Truth is artless and innocent - like the eloquence of nature, it is clothed with simplicity and easy persuasion; always open to investigation and analysis, it seeks exposure because it fears not detection.

NORMAN MACDONALD, Maxims and Moral Reflections.

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Re: Police blamed for McCann and Jefferies media mistakes

Post by PeterMac on 21.03.12 14:16

The Press.
You either tell them, or they make it up. That is how it works. I had years of dealing with the press, and they have you over a barrel.
My favourite of all time, against me, was when a small handmade plane crashed after the pilot did some aerobatics not authorised in a plane of that construction and the wing came off. Another light aircraft from the local airfield circled the site, giving directions to the control tower for the assistance of the emergency services, and then left.
The press tried to draw me on the "other plane" in the area, and would not leave it alone - they wanted near miss, collisions, anything to sell the paper - except the truth.
Exasperated, and late into the shift, I said "It just fell out of the sky !!!" and put the phone down.

Next days paper, headlines,- full board of enquiry - experts from Farnborough - experts from the local airfield - experts from the manufacturer - Coroners officer - Coroner - full and detailed enquiry into the circumstances - etc etc.

Chief Inspector PeterMac said " It just fell out of the sky !!!"



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Re: Police blamed for McCann and Jefferies media mistakes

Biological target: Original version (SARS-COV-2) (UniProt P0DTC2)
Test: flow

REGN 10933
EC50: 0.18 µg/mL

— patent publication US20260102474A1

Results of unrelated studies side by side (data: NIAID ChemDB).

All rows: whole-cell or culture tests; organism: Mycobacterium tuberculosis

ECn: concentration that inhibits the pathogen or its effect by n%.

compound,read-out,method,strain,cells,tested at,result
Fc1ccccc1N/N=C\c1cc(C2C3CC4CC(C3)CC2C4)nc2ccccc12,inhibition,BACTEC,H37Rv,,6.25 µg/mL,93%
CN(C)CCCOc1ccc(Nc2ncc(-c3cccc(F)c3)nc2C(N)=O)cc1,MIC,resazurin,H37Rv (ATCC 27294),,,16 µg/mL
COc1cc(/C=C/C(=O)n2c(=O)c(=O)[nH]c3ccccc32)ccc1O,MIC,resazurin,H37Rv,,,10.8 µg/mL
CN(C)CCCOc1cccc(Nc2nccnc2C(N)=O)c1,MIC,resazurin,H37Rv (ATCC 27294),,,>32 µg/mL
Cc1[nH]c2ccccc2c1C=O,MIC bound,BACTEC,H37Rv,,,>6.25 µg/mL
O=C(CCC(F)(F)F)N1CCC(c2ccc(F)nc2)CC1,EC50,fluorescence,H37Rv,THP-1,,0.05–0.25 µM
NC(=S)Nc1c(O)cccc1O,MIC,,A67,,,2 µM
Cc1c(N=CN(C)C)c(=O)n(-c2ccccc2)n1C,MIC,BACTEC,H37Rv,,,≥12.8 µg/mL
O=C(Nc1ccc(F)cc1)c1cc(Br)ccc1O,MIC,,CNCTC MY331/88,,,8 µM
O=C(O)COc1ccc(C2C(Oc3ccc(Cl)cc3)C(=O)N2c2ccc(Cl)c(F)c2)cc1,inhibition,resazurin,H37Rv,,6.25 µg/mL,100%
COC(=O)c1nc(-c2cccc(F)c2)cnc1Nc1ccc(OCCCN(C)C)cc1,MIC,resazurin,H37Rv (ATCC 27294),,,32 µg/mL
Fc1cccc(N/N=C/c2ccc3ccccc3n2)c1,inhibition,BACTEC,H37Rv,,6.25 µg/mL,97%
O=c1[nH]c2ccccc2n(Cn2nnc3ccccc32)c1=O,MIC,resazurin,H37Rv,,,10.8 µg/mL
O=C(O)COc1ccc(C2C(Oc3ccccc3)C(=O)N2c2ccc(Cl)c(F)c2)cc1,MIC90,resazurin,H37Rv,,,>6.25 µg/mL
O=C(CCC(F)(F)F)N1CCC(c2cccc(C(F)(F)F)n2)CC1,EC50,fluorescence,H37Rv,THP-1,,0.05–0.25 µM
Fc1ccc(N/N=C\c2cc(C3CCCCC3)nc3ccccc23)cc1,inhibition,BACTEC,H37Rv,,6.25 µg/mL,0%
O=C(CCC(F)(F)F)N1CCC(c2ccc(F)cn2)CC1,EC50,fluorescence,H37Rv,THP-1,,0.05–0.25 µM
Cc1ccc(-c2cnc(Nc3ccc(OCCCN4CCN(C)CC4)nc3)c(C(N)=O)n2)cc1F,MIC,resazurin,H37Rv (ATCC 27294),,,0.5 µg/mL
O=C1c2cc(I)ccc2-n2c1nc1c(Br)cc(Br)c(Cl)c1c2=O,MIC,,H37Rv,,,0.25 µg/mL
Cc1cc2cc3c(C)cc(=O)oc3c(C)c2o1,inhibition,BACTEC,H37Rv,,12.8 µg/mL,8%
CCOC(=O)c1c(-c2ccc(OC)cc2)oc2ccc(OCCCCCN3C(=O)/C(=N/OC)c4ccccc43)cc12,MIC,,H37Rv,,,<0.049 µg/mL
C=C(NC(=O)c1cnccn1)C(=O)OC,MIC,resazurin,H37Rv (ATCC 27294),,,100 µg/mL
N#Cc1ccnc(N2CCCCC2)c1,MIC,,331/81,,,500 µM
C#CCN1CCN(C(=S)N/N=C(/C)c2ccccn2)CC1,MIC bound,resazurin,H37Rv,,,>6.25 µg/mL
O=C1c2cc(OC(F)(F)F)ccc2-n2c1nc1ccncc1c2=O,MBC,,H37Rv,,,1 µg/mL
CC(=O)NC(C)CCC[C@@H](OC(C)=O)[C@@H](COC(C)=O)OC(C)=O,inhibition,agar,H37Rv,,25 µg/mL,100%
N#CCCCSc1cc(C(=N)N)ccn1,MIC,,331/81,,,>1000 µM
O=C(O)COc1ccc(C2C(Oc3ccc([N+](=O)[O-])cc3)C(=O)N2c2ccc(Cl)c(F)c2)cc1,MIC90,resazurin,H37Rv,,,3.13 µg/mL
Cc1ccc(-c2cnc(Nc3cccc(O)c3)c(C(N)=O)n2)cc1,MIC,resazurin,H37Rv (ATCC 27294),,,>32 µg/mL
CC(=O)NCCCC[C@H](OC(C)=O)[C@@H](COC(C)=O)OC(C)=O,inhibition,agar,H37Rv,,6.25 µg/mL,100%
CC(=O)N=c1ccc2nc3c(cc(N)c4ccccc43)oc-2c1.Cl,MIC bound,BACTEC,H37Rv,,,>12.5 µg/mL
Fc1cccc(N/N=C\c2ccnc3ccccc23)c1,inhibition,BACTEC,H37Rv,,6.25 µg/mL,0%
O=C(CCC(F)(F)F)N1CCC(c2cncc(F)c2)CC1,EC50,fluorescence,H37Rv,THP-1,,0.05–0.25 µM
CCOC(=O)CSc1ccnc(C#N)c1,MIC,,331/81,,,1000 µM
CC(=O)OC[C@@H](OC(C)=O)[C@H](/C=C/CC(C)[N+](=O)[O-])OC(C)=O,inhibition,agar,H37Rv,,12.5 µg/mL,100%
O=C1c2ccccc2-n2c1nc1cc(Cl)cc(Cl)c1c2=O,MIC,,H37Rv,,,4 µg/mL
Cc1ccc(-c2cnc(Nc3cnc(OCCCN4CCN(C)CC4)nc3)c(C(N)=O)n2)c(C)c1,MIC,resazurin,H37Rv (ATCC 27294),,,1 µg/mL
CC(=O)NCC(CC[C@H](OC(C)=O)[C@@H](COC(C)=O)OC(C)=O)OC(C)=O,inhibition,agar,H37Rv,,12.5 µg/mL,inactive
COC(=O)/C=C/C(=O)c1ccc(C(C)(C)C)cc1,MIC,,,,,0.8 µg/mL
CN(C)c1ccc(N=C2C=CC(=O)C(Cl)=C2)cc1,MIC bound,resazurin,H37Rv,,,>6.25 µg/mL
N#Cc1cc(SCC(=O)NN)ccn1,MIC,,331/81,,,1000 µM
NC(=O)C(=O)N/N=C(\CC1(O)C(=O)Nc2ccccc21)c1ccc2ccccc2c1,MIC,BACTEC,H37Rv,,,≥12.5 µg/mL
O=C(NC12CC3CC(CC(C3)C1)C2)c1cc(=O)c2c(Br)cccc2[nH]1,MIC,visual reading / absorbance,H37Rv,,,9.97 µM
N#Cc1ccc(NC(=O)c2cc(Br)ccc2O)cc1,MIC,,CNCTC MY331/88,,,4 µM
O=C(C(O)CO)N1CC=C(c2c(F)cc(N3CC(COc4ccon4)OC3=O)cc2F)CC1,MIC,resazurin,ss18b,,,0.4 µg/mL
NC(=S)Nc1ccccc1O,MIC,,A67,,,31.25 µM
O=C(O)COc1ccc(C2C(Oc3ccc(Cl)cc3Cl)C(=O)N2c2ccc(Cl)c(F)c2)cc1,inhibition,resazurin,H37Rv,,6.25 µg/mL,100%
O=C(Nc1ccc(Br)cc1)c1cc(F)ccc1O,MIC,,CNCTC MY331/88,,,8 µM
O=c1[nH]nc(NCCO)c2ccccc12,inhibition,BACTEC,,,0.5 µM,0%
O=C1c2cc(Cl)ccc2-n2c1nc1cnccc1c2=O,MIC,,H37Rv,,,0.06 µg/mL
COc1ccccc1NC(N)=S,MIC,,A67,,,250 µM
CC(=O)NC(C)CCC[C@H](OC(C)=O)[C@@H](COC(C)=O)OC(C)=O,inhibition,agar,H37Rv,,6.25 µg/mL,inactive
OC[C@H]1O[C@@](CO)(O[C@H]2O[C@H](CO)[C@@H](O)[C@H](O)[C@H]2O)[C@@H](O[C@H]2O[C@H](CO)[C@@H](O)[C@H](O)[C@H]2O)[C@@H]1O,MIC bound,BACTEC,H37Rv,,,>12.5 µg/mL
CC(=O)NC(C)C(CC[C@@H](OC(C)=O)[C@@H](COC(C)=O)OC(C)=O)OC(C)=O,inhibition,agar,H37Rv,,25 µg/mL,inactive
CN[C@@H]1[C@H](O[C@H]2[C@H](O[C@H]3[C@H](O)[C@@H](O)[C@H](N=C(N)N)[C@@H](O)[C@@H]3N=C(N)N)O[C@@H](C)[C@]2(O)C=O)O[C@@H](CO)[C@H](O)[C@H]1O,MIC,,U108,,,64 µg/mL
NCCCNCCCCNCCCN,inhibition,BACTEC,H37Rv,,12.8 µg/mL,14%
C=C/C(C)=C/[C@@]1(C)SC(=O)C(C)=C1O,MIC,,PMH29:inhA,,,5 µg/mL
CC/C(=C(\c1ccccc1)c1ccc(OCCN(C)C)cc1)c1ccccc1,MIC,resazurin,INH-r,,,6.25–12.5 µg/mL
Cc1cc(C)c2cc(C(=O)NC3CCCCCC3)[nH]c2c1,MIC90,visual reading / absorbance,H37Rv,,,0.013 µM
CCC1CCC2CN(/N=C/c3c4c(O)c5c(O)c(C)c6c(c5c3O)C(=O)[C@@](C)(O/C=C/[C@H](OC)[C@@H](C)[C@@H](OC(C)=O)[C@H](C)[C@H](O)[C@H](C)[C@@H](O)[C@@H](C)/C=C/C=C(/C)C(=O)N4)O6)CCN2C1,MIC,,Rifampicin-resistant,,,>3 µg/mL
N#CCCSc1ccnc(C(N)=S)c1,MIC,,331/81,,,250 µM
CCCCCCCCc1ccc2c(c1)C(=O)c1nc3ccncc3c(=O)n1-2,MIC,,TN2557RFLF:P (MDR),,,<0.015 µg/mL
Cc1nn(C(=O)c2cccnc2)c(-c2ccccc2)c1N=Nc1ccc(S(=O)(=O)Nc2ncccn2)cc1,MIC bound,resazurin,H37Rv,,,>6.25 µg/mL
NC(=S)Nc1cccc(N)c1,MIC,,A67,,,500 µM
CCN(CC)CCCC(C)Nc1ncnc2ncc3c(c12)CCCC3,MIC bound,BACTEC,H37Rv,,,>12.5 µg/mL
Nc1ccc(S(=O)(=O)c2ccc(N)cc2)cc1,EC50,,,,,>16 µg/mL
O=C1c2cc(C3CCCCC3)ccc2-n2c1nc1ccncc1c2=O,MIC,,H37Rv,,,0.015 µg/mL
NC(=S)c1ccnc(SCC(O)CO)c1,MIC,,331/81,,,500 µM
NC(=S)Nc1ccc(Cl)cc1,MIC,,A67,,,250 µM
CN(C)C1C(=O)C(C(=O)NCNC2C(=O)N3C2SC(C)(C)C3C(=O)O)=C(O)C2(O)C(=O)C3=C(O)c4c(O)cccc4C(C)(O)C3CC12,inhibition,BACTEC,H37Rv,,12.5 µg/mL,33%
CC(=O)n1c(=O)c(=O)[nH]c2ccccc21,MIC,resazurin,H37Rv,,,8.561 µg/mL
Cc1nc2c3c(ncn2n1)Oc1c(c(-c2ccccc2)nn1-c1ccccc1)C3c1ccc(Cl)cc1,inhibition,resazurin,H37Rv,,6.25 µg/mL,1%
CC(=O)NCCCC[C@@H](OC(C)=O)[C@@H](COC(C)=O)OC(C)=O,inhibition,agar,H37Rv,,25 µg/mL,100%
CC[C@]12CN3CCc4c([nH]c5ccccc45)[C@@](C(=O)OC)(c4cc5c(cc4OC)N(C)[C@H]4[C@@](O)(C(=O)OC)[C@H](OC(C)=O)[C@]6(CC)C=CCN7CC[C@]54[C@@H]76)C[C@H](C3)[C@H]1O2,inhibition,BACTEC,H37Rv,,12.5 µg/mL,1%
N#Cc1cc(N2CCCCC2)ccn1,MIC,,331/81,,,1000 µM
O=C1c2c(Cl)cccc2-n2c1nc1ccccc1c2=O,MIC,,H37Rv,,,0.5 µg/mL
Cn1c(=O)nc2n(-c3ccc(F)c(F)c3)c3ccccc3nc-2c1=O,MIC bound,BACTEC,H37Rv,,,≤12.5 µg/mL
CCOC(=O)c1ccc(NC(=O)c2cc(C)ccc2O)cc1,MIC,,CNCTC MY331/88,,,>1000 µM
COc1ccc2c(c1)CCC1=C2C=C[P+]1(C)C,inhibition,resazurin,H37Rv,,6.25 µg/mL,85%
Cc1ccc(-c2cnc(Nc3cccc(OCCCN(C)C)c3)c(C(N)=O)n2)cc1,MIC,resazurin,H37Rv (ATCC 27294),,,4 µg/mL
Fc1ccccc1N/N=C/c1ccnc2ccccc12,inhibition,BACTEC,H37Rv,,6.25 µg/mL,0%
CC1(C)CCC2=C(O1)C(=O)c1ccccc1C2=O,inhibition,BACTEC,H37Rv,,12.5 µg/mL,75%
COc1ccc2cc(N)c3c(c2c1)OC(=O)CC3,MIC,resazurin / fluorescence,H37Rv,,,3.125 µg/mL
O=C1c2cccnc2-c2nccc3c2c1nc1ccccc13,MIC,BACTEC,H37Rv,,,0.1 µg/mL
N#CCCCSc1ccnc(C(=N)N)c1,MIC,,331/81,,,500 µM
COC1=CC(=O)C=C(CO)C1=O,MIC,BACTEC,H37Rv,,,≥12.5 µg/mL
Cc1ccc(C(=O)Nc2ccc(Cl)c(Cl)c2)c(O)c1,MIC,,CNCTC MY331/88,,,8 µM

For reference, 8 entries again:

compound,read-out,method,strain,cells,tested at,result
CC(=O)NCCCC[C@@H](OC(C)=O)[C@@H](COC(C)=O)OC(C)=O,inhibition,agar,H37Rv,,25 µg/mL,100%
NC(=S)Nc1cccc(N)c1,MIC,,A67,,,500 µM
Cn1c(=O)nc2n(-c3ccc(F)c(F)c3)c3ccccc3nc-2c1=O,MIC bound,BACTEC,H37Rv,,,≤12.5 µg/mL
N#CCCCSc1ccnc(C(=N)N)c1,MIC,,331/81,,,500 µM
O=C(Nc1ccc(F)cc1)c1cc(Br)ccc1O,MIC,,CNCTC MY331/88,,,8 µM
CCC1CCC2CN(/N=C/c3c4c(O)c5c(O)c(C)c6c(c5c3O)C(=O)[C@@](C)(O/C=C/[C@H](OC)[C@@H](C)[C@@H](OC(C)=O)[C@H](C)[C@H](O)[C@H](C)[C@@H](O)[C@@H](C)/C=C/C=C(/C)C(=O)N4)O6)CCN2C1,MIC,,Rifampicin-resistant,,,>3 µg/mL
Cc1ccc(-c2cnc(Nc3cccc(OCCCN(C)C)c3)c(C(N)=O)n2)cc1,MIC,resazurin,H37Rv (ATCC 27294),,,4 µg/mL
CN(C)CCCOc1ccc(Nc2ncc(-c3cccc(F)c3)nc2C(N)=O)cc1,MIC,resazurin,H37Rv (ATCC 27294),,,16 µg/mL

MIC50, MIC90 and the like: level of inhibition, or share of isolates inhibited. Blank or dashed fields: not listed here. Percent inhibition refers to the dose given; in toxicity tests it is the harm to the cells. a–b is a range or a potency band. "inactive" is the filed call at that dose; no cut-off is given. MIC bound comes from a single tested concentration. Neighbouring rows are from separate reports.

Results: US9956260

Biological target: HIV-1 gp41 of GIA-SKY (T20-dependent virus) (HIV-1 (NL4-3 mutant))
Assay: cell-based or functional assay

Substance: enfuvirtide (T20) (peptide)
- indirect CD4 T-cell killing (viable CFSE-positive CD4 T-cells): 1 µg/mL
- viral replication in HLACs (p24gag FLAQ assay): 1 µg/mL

Post by aiyoyo on 21.03.12 14:40

petermac wrote
The Press.
You either tell them, or they make it up.

Inevitably it has got to be one or the other, no two ways about it.
They are in the business to sell papers and without stories they will eventually go bust so any crime incident is a serialize story in the making either of facts or fabrications.

In the mccanns case the Police probably said too little; while in Chris Jefferies' case they said too much and either extreme can backfire.

In the mccanns case the Police said too little and the mccanns said too much resulting in this sorry state of affair where the public are so badly misled that when the truth is known it will be like a nuclear bomb with chain reactions where casualties will be claimed from quite a wide area.


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Re: Police blamed for McCann and Jefferies media mistakes

Post by Guest on 21.03.12 21:19

That slightly contradicts the previous claims that the Portuguese police leaked information about the investigation to British reporters. Or did that only apply to selective tabloids?